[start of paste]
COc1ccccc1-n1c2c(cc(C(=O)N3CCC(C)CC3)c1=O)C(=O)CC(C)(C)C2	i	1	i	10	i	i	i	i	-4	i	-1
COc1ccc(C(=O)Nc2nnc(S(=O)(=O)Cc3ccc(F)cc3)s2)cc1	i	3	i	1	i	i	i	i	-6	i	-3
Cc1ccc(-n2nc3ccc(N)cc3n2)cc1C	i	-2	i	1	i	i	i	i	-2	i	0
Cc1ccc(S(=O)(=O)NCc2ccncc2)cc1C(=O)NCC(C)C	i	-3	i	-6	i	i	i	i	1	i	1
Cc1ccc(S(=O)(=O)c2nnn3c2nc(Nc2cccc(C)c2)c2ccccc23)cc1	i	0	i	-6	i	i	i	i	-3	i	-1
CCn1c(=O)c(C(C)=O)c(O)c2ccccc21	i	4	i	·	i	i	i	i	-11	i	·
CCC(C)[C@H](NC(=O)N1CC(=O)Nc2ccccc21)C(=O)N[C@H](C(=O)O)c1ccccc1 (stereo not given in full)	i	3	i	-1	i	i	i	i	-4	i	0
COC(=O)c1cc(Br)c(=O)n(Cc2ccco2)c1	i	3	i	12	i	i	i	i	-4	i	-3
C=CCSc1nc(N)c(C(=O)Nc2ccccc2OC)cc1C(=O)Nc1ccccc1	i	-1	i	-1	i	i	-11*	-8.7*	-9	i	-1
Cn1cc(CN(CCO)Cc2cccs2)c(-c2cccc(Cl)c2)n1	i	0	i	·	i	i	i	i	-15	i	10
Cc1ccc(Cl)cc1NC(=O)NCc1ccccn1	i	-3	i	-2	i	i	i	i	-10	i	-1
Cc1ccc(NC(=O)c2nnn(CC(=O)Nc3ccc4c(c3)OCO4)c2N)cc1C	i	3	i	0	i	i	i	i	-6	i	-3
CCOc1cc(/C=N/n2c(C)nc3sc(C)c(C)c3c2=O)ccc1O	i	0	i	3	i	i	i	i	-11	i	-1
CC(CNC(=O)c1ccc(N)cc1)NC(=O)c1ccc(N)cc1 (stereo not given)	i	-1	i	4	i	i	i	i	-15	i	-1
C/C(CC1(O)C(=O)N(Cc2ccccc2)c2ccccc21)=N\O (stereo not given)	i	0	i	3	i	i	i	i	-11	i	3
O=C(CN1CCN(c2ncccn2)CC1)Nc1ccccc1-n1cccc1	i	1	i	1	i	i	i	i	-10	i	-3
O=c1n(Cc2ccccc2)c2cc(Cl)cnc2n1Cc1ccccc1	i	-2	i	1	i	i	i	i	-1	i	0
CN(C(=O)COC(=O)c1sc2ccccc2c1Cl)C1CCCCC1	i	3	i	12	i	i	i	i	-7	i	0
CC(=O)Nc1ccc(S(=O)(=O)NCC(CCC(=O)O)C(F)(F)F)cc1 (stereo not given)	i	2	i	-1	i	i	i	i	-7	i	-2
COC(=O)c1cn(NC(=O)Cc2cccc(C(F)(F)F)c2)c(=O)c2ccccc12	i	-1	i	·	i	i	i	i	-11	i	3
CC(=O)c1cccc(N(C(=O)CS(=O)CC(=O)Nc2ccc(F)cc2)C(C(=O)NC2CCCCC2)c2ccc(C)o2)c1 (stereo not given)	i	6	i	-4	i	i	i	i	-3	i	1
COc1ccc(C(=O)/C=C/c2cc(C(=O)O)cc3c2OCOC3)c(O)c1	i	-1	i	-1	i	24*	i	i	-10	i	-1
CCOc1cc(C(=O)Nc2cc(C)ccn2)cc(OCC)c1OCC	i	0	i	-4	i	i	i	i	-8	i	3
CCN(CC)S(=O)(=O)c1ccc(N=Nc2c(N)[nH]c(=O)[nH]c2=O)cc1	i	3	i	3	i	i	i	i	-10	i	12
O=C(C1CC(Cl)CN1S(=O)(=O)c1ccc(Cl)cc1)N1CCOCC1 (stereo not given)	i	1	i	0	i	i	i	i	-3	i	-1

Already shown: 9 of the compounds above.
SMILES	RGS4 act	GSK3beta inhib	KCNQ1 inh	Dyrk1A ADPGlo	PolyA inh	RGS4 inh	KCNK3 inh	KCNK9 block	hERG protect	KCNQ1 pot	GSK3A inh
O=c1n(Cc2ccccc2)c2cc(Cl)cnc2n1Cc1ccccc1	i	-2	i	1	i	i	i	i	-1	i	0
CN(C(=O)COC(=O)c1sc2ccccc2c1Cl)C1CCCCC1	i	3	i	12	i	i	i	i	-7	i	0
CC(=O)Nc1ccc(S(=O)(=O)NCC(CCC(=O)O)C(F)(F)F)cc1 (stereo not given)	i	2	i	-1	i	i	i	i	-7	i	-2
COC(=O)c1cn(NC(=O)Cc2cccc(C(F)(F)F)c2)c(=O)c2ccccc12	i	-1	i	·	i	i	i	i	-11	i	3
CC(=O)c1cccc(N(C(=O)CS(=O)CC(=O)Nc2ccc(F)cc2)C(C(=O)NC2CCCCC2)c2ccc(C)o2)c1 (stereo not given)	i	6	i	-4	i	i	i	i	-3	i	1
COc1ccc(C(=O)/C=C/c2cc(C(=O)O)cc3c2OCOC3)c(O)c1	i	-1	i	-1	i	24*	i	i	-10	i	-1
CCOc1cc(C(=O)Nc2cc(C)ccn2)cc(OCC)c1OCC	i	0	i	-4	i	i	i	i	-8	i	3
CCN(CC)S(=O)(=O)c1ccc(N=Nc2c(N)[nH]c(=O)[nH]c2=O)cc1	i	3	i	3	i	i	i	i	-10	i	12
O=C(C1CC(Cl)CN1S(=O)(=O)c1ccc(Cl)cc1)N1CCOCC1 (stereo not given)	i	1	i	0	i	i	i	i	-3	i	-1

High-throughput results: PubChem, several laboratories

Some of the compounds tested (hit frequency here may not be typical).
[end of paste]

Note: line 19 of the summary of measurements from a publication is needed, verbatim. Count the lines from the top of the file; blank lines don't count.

CC(=O)Nc1ccc(S(=O)(=O)NCC(CCC(=O)O)C(F)(F)F)cc1 (stereo not given)	i	2	i	-1	i	i	i	i	-7	i	-2